A new day dawned and I was back on my own again as my cousin and her husband flew back to a slightly less sunny England. The sun was beaming again today, so I took a walk along the beachfront promenade, passing the skateboard park, the public outdoor swimming pools and a few amusement parks for the many people out and about to enjoy. I reached the end and plonked myself down on the sand to read, listen to music, relax and nod off to sleep. This was the perfect way to waste away a Sunday morning. That was until the children, playing with the sand, lobbed a handful in my direction and woke me up. After a couple of hours, the sun was scorching my skin. So, before I burst into flames, I picked up my belongings and trudged back along the beach towards my hostel and purchased a much-needed ice cream. For the first time, I was aware of the somewhat undignified, and unsavoury, characters hanging around outside my hostel. Nearby hotels offering hourly rates was the first clue. Then, the slew of scantily clad women loitering around on the pavement was the second, cryptic clue. The slowing cars, driven by solitary males, crawling along the curb were the final pieces of the puzzle. Ignoring the calls for my attention, I kept on walking whilst enjoying my vanilla cone. I know an older guy in a Sandton hotel who would have responded differently.

Due to personal reasons, I had to fly back to London. The following week, I was back on my travels and back for a few nights in Johannesburg. I avoided the same hotel/whorehouse in Sandton and plumped for an Air BnB accommodation in the Paulshof area of the city instead. The grounds were lovely and the room was, what you would call, quaint. But getting a working signal to log into the Wi-Fi was a struggle. In fact, I had to sit on a garden wall to check my Facebook and Whatsapp messages. Breakfast was served in the nearby laundry room as it rained each morning I was there. The table and chairs outside of my room had no shelter, so I bit into my toast and ate my cereal as the buzzing whir of the washing machine entered its final rinse and spin cycle. One morning, I made the mistake of resting my tea on the washing machine whilst it was in operation. The cup hopped up and down on the appliance resulting in the majority of its contents ending up on the laundry room floor.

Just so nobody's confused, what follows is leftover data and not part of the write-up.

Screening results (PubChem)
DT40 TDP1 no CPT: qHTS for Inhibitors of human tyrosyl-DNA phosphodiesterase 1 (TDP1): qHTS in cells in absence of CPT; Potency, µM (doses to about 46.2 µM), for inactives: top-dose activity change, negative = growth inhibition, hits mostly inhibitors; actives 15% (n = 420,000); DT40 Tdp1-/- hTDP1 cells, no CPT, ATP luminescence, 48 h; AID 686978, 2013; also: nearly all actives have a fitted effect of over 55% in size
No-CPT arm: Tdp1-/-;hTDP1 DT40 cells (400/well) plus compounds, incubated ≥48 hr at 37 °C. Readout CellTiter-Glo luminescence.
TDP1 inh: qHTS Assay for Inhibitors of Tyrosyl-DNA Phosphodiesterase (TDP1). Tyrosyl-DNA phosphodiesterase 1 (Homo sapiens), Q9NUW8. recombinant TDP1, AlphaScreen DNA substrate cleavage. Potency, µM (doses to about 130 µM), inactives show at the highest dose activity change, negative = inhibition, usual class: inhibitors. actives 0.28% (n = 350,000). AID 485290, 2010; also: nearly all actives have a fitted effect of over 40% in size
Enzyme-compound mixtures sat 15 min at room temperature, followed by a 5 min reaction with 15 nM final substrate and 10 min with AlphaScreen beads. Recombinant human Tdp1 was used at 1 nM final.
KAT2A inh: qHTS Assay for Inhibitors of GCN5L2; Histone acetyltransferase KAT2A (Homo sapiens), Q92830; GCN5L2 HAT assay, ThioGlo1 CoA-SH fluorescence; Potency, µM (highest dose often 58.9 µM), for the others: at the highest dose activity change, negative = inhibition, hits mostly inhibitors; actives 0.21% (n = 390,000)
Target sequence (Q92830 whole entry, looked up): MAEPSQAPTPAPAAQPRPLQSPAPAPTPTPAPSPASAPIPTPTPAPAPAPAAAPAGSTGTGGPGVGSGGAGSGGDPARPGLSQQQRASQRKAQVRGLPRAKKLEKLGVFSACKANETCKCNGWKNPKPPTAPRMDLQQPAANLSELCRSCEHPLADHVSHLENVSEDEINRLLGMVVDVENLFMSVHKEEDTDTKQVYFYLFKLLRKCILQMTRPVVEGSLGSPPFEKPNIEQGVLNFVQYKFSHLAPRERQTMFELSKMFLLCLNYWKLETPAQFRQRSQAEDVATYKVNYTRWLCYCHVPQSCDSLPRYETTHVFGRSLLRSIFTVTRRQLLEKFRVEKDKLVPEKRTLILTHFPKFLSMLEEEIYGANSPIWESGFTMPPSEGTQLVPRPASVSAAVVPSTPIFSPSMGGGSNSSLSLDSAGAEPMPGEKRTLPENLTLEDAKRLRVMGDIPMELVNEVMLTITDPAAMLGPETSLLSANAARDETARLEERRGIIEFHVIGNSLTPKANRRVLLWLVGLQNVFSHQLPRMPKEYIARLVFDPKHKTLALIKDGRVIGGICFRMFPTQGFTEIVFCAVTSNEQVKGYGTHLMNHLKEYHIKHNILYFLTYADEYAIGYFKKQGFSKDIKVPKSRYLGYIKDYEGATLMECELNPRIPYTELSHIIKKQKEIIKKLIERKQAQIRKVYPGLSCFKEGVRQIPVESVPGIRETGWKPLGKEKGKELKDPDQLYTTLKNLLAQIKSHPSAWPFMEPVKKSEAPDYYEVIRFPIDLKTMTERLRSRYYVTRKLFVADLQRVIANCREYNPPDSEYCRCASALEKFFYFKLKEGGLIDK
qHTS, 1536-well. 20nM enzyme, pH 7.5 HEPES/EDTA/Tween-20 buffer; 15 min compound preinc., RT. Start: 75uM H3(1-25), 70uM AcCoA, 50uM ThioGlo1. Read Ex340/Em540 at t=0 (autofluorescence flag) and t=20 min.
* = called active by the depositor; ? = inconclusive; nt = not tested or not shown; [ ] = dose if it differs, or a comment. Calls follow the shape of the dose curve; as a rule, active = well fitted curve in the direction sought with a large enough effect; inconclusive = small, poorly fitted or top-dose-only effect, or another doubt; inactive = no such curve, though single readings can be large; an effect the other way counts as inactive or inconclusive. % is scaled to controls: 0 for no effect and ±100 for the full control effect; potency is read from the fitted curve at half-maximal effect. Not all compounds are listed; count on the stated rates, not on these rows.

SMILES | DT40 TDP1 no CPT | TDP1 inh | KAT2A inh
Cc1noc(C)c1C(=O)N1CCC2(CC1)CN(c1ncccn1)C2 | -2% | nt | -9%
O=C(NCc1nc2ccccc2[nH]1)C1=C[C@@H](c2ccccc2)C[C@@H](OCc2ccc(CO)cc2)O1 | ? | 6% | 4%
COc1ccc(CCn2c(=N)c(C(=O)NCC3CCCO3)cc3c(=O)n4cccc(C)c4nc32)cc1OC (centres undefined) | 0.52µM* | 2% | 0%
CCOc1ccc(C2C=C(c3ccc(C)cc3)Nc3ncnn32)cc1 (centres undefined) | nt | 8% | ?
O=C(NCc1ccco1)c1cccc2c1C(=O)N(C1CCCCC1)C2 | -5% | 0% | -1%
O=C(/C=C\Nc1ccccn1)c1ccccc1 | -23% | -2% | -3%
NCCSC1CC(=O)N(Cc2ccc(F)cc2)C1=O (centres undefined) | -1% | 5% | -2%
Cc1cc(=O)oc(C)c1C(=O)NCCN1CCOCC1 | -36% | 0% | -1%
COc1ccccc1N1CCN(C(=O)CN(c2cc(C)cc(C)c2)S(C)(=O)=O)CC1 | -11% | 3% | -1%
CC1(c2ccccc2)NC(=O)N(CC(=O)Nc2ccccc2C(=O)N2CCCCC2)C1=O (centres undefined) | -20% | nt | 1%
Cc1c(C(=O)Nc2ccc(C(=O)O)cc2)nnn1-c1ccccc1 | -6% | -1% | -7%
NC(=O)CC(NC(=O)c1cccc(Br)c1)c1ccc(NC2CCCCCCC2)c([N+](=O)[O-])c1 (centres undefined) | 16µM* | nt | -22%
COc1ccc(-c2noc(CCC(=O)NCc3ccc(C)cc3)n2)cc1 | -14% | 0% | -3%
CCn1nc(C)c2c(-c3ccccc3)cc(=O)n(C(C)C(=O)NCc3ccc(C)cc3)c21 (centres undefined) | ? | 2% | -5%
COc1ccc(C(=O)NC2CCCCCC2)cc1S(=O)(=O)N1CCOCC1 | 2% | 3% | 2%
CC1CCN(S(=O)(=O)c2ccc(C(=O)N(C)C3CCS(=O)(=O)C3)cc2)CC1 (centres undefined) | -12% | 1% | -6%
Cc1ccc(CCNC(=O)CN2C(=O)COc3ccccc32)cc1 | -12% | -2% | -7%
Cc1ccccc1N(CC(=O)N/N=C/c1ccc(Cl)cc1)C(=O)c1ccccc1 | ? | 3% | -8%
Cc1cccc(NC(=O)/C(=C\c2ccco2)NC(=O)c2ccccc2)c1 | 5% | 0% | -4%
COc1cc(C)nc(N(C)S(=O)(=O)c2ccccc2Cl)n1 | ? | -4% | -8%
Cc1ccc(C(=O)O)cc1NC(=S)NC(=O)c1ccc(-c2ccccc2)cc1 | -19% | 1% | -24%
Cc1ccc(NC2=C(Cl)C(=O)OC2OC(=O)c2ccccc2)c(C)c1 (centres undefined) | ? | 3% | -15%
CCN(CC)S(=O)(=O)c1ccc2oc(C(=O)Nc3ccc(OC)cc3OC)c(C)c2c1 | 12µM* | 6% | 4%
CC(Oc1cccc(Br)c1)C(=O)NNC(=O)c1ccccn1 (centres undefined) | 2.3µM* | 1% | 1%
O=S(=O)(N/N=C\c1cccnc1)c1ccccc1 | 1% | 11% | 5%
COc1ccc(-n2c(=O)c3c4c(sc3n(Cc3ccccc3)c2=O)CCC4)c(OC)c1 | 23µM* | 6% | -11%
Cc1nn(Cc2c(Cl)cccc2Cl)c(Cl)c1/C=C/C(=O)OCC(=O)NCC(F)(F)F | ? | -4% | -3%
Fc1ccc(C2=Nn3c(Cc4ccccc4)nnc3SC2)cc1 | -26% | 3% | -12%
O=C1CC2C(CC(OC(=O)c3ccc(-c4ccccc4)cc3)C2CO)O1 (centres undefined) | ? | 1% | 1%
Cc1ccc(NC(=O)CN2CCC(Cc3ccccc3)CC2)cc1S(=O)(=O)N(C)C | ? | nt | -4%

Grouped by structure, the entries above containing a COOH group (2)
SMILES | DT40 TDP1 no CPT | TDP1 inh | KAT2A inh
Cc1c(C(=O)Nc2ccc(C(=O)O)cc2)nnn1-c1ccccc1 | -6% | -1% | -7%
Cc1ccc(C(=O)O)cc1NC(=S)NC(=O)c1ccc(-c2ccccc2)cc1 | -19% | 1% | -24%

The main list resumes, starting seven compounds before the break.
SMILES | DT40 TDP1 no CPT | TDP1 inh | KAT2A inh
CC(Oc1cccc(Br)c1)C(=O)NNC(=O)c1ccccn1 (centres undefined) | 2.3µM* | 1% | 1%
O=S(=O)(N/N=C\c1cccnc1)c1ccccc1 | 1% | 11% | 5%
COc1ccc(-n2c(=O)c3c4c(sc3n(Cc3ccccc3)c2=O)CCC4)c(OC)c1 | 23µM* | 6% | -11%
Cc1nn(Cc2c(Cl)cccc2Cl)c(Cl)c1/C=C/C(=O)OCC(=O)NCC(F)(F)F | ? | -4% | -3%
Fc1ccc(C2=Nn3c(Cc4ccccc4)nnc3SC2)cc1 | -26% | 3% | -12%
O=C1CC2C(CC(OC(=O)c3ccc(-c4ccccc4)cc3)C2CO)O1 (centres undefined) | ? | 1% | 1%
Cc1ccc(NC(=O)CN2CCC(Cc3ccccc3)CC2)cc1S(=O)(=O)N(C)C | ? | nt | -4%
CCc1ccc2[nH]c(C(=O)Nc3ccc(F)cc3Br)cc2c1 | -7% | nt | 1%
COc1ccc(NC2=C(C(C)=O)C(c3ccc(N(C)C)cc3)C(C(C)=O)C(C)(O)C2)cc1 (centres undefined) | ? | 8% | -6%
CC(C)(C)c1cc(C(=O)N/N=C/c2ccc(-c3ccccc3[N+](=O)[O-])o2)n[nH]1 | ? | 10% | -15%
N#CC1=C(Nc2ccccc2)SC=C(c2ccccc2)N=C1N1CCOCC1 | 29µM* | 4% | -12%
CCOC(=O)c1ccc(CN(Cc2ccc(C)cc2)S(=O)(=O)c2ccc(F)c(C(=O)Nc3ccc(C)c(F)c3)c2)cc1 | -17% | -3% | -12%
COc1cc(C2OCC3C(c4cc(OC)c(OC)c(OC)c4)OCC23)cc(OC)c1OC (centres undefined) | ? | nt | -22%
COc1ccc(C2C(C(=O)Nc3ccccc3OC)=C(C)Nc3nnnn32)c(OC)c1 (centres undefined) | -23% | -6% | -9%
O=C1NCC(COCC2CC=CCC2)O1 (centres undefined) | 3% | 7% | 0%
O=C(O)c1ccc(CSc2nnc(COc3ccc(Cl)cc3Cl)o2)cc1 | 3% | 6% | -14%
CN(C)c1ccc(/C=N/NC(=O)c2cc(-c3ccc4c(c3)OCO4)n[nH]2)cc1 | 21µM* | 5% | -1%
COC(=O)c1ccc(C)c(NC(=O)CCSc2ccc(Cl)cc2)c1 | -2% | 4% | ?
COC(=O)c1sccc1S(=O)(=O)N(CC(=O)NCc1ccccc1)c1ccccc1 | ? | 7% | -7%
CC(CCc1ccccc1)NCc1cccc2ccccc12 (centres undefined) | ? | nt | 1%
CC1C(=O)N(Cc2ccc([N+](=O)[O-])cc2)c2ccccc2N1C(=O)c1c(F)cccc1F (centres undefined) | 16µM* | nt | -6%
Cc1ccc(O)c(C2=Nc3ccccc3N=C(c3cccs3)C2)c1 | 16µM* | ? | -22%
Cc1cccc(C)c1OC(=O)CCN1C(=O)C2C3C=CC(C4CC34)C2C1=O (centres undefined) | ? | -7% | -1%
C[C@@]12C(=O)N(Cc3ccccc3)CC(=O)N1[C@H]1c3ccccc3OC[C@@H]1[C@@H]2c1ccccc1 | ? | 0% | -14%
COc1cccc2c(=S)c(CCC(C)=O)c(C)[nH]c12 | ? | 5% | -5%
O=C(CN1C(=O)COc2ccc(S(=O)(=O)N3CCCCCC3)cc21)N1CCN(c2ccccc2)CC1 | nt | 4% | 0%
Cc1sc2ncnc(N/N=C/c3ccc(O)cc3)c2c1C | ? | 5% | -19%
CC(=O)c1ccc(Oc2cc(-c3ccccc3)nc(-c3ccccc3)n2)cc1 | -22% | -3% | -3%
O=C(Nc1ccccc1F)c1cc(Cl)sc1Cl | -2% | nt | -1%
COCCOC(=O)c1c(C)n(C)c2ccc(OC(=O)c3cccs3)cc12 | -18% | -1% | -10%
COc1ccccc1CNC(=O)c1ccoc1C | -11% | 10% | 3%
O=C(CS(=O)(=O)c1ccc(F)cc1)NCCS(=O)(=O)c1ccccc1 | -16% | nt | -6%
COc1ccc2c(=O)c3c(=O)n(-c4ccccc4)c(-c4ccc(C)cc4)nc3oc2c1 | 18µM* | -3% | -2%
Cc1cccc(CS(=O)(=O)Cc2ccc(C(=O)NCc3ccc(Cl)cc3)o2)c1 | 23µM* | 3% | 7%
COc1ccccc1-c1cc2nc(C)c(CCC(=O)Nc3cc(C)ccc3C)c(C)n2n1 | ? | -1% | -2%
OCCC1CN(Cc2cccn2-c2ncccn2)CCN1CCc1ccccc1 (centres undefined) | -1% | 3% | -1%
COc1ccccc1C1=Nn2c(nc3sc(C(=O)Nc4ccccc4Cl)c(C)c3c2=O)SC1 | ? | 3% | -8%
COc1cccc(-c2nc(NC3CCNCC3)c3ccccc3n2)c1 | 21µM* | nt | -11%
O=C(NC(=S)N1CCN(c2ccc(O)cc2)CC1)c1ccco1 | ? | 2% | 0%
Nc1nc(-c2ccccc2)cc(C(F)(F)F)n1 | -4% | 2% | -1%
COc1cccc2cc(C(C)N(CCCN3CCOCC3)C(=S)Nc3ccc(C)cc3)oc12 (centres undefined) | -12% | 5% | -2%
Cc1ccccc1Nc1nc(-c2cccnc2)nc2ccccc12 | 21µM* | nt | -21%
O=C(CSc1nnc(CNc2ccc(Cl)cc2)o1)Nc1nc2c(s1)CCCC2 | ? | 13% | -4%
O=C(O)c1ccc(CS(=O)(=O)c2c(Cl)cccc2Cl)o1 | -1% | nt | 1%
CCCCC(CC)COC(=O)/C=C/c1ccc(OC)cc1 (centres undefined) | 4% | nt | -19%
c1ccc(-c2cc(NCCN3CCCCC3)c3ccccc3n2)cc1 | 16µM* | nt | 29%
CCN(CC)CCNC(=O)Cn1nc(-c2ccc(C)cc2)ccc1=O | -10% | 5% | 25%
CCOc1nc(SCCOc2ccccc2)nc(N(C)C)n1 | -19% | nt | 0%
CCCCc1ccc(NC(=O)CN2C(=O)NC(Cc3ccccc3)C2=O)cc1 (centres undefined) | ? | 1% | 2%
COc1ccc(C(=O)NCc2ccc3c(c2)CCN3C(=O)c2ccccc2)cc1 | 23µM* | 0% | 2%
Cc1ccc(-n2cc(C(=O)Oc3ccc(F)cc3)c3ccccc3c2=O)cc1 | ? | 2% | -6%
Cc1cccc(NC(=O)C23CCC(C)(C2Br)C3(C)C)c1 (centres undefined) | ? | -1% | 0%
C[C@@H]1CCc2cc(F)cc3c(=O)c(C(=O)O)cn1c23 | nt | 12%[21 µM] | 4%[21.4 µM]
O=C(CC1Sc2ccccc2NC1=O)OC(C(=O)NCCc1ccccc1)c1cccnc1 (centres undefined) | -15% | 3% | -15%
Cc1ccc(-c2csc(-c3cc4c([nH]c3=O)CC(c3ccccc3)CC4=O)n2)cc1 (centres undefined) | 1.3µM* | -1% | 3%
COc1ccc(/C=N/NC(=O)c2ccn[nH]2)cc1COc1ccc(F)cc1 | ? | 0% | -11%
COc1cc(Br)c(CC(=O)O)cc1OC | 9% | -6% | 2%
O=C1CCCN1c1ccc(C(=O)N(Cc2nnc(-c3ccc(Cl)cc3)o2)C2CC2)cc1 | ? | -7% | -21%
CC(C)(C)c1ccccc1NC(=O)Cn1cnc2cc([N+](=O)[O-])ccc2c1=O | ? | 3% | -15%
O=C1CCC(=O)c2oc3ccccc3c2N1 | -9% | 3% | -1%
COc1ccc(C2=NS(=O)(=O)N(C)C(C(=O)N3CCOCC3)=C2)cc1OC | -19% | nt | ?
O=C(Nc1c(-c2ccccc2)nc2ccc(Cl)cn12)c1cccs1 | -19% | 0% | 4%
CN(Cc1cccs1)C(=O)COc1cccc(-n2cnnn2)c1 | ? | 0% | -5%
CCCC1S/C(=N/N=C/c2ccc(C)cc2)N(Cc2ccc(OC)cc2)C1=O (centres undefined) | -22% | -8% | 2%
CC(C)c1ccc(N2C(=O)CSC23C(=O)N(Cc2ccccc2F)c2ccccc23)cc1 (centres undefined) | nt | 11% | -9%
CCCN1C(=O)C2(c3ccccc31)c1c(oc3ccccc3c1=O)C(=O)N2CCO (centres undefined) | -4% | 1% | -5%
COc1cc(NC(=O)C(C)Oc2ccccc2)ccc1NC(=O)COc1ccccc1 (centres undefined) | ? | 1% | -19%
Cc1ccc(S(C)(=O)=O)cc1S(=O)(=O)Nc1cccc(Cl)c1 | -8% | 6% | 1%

After my short stay, I boarded a plane heading back down to Durban. The next morning, I went back to my mum’s old school to give them some pens and pencils I had brought from London. A small gesture but was told that they were much-needed for some of the poorer students in attendance. A couple of days later, I got a ticket to watch South Africa play Sri Lanka in a one-day international cricket match. Being in possession of a lawn ticket with no designated seating and unsure how crowded the event would be, I arrived 3 hours before the match was due to commence. I need not have been so worried as I was the first person in line. Carrying a bag full of drinks and snacks, I made my way inside the stadium and headed for one of shaded parts of the stadium on the grass. As soon as I sat down, I realised I had made a big mistake. Everyone else behind me was loaded with chairs, blankets, duvets and pillows to lie on the hard ground and cushion their bottoms. I had no such things and this would be a long day sat in the field for me. Brilliant sunshine greeted the two teams as they came out to play. South Africa batted first and smacked the ball all over the park with 2 of their players getting fabulous centuries. They both received a standing ovation, which allowed me the opportunity to get off my numb bum and stand up for a few moments. Every time the ball got belted for 6 runs, there were big cheers and spilled beers. Sri Lanka went into bat chasing a big total to win and lost 4 quick wickets. At 7.30pm, with the sun going down and almost 8 hours sat on my poor arse, I had had enough. While South Africa were cruising, I was bruising. I left the stadium happy to have witnessed my first international cricket match and, having been in the shade for the majority of the day, with minimal sunburn. Upon returning to the hostel, I shared a few drinks with some Aussie guys and reflected upon another fine day spent in sunny Durban. The added bonus was finally being able to sit down on one of the bar’s comfortable, padded seats. Sheer bliss.